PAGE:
There are many people who are invisible in our society and world. For some, disability or illness, physical or mental, means they are restricted from forays into the public spaces. Some simply cannot manage to get there or move around easily in shopping malls, busy main streets or other public spaces where they might be seen. Others avoid contact with other people out of anxiety, fear or an inability to engage or communicate. There are many reasons why some people remain invisible.
There are also people who are always before us but seem invisible to most people. The homeless guy wandering along a street may be seen but not really noticed. The lonely, insecure young person who appears a little different can go by relatively unnoticed in school, neglected and left alone. The poor are often invisible because their resources are limited and we may not even realise their poverty. They can’t engage in regular activities that others take for granted and therefore don’t participate.
There are invisible people everywhere and of course they are not seen. As I read the stories of Jesus I become aware of some people who are invisible. It is interesting that as I read of his interactions with various people they come to life much like a photograph taken on film being developed. It gradually appears and so do these invisible people in the stories of Jesus. There’s a woman of little consequence who was caught in adultery (the man doesn’t seem to have been caught???) and they want to stone her. Jesus sees her and opens to her and offers her life. There is a Samaritan woman by a well, a somewhat outcast woman of a different faith who was an enemy. Jesus saw her, stopped and crossed the taboos and spoke to her. Her gave her life. There were lepers and outcasts and poor and marginalised and little ones and neglected ones and disposable ones. Jesus seems to have seen the invisible and brought them into light by loving them. It is as if these people develop into 3D, real people through their encounters with him and the stories turn them into real, loved people.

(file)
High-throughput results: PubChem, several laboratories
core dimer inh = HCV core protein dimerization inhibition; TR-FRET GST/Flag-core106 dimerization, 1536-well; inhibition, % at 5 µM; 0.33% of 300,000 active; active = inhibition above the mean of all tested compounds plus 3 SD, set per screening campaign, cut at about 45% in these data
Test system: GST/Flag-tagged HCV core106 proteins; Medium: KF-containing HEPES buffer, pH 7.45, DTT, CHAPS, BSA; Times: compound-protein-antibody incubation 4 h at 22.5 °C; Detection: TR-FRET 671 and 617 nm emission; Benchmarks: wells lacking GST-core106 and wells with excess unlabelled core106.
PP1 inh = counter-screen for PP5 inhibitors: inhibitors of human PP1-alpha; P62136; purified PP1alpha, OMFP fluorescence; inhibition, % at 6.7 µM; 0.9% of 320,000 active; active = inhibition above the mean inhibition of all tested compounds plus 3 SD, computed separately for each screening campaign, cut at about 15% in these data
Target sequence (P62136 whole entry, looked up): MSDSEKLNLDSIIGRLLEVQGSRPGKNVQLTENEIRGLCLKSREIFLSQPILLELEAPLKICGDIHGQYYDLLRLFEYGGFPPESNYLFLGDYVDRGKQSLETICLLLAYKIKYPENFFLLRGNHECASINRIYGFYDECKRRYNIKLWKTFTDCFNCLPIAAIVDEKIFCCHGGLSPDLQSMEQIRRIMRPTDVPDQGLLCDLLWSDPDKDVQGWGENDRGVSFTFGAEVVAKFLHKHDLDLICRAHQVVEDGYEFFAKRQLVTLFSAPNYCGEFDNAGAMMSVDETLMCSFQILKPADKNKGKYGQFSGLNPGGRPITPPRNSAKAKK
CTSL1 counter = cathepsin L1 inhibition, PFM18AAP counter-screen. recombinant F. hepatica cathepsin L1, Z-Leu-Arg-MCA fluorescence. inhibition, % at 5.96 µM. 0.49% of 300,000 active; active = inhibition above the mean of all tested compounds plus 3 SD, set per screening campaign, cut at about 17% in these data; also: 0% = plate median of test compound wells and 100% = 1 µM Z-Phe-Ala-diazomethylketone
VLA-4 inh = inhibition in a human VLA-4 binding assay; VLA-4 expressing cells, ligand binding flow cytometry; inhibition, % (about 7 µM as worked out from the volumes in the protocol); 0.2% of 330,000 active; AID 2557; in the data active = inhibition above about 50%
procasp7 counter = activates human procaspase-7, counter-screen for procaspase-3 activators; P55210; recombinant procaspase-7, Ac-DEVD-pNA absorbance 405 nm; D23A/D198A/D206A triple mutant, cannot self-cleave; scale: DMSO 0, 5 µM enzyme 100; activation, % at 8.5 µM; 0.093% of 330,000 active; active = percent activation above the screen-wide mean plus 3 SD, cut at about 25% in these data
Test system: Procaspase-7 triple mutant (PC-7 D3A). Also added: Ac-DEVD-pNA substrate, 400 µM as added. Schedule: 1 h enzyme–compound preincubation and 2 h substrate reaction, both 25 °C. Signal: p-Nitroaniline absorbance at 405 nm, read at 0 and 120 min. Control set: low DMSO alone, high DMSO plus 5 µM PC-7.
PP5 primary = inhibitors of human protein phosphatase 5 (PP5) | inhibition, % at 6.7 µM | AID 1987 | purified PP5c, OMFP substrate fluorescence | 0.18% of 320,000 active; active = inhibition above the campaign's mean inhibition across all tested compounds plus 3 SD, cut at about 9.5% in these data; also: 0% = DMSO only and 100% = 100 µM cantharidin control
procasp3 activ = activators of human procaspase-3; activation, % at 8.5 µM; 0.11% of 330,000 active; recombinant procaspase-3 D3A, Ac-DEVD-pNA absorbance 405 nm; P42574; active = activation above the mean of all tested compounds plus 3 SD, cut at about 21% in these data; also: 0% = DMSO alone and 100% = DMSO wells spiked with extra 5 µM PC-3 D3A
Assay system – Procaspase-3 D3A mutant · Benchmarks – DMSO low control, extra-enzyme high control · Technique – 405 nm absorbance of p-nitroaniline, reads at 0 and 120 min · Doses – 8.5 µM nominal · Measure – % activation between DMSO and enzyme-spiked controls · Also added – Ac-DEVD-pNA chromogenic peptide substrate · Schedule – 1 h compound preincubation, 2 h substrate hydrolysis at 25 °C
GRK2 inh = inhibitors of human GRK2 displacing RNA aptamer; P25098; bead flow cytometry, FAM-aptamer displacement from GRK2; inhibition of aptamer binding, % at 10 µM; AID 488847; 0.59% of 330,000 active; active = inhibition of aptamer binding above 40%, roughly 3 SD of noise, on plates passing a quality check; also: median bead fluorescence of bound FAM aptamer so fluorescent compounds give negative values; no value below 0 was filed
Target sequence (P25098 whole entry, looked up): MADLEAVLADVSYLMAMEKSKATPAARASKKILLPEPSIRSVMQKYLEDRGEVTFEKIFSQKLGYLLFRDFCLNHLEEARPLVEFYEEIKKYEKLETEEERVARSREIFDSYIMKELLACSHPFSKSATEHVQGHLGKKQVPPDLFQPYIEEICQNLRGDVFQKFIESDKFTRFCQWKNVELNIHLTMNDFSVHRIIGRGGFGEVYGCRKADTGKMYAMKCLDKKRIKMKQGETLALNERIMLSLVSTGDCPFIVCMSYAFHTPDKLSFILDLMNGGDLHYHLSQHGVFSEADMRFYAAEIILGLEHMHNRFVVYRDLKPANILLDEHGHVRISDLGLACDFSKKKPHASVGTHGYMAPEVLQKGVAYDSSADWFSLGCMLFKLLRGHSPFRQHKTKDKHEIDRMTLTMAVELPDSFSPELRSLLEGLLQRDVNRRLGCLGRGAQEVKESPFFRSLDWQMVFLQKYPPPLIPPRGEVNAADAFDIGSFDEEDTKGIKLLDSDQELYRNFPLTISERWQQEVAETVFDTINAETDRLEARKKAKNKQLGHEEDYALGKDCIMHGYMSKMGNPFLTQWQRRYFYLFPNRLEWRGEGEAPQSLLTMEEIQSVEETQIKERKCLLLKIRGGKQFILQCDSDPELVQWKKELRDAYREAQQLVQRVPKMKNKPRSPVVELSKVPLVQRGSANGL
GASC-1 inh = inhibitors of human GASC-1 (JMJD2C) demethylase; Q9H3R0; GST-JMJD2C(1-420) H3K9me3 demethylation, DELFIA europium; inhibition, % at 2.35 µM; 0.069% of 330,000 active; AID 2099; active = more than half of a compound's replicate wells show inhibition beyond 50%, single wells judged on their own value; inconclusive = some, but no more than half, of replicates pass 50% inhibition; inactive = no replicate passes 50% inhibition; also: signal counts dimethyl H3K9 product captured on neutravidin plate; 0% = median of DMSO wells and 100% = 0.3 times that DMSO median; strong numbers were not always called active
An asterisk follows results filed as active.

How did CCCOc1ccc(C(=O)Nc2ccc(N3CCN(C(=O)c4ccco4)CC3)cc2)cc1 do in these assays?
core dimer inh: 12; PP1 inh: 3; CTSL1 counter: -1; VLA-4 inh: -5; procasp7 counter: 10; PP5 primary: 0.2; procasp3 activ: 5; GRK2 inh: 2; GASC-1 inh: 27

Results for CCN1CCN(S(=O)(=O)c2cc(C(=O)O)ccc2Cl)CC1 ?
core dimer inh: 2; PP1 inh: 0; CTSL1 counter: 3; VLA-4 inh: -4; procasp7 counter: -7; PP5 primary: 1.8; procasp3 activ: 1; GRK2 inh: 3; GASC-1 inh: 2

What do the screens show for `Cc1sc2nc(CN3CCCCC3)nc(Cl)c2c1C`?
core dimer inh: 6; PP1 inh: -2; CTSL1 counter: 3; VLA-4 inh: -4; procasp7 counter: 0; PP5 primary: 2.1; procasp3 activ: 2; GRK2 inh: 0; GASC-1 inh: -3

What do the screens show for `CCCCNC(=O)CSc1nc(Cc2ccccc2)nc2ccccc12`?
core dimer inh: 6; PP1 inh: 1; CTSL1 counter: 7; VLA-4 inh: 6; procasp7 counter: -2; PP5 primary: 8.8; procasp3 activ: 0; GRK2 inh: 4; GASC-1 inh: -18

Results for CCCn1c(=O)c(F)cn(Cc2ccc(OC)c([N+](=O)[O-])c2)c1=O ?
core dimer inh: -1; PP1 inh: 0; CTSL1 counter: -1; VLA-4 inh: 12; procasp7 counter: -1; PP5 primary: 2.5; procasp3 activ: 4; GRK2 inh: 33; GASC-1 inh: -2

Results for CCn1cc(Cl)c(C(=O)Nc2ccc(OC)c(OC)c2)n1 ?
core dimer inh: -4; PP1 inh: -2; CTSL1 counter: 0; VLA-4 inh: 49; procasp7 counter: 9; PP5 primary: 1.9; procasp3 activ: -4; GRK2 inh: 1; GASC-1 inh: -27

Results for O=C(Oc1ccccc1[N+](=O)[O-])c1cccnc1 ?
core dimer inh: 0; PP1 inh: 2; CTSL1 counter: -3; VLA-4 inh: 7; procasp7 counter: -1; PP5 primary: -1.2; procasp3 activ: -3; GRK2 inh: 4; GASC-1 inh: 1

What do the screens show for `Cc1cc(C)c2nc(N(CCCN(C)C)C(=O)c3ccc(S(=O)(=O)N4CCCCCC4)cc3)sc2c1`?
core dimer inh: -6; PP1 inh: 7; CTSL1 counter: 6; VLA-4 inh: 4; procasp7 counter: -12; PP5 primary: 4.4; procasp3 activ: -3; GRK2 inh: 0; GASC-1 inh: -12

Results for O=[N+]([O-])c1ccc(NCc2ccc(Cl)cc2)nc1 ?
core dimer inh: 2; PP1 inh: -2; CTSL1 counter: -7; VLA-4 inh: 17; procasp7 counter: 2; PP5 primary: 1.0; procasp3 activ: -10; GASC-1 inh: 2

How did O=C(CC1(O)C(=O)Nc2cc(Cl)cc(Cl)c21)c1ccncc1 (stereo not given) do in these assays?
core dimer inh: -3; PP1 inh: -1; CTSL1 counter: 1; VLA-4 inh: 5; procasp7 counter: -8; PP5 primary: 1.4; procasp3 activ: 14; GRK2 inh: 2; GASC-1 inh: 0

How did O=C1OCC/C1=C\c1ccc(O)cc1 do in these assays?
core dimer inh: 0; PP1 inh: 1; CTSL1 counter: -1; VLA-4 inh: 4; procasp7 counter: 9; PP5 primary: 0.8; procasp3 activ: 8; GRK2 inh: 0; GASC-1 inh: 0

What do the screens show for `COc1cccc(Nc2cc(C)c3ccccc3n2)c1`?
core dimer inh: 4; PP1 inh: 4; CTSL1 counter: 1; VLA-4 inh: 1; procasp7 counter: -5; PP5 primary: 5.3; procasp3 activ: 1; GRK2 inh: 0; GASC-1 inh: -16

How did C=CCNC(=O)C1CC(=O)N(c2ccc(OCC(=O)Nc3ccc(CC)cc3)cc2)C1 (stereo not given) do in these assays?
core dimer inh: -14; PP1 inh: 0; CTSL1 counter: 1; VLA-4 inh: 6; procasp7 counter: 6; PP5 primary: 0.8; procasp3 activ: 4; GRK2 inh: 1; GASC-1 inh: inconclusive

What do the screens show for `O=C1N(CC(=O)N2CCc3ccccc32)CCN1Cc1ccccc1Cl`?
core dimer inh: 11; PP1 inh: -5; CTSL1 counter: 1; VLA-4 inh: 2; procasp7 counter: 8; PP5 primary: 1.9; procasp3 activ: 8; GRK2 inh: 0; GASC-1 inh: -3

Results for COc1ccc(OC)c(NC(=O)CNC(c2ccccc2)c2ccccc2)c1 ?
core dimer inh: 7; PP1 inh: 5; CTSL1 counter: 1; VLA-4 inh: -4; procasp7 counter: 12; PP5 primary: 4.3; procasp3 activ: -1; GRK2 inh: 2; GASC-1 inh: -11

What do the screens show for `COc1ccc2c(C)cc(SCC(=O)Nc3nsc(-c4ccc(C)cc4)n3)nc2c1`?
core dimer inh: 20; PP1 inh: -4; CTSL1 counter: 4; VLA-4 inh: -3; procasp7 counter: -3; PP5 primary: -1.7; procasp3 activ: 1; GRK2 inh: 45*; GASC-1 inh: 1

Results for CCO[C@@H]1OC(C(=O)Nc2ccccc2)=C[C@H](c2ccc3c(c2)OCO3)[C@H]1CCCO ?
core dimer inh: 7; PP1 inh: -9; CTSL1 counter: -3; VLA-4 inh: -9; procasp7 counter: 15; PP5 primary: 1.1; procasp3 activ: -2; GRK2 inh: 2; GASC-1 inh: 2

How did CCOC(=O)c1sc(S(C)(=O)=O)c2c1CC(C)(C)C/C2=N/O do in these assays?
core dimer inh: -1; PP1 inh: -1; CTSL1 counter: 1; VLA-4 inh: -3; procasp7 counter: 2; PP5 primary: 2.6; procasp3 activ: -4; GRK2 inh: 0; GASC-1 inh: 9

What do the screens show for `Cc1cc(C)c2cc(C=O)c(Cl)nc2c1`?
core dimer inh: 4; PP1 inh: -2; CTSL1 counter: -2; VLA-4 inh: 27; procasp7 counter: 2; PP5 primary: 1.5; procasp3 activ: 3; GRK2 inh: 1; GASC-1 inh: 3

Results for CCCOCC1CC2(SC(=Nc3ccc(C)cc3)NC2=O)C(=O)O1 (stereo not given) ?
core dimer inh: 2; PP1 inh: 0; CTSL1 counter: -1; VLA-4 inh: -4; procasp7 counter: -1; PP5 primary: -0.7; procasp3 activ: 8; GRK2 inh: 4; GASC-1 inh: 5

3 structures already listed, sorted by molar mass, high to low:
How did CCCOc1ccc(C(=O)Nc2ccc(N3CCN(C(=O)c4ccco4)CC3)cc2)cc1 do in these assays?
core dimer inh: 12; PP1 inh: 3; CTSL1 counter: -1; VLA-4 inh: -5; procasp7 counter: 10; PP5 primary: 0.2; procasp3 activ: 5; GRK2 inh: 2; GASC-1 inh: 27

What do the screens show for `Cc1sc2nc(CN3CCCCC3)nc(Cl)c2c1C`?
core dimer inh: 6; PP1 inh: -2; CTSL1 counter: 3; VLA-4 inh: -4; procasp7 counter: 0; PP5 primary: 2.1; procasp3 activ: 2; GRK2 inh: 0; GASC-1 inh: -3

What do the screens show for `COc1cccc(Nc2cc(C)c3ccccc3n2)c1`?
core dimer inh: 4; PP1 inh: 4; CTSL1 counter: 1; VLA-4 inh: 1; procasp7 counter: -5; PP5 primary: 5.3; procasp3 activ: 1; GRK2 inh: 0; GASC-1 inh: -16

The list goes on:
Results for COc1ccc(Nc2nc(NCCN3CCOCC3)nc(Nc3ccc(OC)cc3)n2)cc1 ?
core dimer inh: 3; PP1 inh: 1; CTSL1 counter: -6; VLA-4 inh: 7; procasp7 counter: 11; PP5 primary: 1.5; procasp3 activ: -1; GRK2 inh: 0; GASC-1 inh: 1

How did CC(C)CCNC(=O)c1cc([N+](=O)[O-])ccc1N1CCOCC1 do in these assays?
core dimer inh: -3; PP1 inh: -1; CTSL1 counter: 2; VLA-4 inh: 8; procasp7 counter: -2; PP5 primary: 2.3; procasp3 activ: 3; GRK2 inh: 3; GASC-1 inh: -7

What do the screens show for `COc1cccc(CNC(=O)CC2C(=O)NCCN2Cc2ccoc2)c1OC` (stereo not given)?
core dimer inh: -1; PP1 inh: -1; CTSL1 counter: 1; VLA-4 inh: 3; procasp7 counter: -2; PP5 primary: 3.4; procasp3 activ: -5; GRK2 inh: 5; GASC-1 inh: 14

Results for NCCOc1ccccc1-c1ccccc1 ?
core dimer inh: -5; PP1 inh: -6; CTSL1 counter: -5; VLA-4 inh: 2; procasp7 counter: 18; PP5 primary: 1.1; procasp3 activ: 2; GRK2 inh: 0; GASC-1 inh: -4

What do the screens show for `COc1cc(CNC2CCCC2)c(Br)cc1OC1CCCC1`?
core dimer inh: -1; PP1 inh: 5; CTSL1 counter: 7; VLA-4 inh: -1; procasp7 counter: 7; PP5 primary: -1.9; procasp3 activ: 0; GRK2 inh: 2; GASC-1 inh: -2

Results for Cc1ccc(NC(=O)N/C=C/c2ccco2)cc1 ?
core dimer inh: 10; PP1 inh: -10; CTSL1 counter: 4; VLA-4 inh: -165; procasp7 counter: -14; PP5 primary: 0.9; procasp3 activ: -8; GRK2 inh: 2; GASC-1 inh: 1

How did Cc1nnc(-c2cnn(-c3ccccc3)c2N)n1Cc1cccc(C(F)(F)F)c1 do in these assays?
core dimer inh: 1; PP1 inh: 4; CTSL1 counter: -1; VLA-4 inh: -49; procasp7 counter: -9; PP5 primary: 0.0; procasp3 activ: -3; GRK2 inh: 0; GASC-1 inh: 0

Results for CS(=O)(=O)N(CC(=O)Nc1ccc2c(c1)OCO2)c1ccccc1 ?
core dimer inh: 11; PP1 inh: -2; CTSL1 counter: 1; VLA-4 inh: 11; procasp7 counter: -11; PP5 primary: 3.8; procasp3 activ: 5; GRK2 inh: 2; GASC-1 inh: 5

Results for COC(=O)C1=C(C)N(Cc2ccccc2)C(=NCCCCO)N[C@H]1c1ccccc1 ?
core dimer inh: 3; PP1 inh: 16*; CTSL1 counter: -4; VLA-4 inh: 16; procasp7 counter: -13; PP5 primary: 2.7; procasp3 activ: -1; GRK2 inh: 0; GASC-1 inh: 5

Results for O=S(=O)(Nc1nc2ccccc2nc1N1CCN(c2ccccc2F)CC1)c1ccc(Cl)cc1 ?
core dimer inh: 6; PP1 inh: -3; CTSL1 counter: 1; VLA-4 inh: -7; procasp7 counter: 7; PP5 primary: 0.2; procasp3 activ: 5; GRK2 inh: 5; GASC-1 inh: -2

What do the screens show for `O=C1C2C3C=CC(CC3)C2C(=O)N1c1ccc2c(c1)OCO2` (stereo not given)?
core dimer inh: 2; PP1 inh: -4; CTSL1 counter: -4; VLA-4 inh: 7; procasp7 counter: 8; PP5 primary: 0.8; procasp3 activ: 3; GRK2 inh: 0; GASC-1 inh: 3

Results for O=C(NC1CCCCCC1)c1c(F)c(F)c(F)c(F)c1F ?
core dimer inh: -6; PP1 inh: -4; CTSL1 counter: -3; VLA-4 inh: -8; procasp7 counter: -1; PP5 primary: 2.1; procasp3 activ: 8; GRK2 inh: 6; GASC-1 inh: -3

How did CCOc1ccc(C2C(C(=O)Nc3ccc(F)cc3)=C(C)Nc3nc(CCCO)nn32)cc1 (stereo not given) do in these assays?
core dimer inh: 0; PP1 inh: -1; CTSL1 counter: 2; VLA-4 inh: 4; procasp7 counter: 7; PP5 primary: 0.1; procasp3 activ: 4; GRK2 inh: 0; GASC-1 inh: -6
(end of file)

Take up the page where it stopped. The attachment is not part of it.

There’s a story about a hyperactive, evangelical, sociologist preacher called Tony Campolo. He finds himself in all manner of interesting and strange situations. One was when he was walking down the main street of the city where he lives. Up ahead was a homeless man, a derelict who was grubby in tattered clothes and wih food caked into his long straggly beard. Tony noticed him but in a way that sees but doesn’t see. He saw his grubbiness and was really about to recalibrate his direction to veer away for the man when something happened. The man looked u from his coffee and their eyes met. That is the point of connection when the invisible begin to take form as real people. Tony was not able to shift his gaze and the homeless man locked onto him. He changed his trajectory to intercept Tony and there was nothing to be done but stop and engage the man. The truth is that Tony could have been very rude and ignored the man but he simply couldn’t avoid the reality that this invisible person was becoming a real live human before him. When they stopped the homeless guy reached out his hand with his coffee cup and offered Tony some of his coffee. The last thing Tony wanted was to drink from the already grubby cup with who-knows-what mixed into the coffee but he took a small sip and made a big deal of it. He thanked the man for his generosity and asked why he was giving his coffee away. ‘Well,’ said the man, ‘When God gives you something good I think you should share it. The coffee today is especially good!’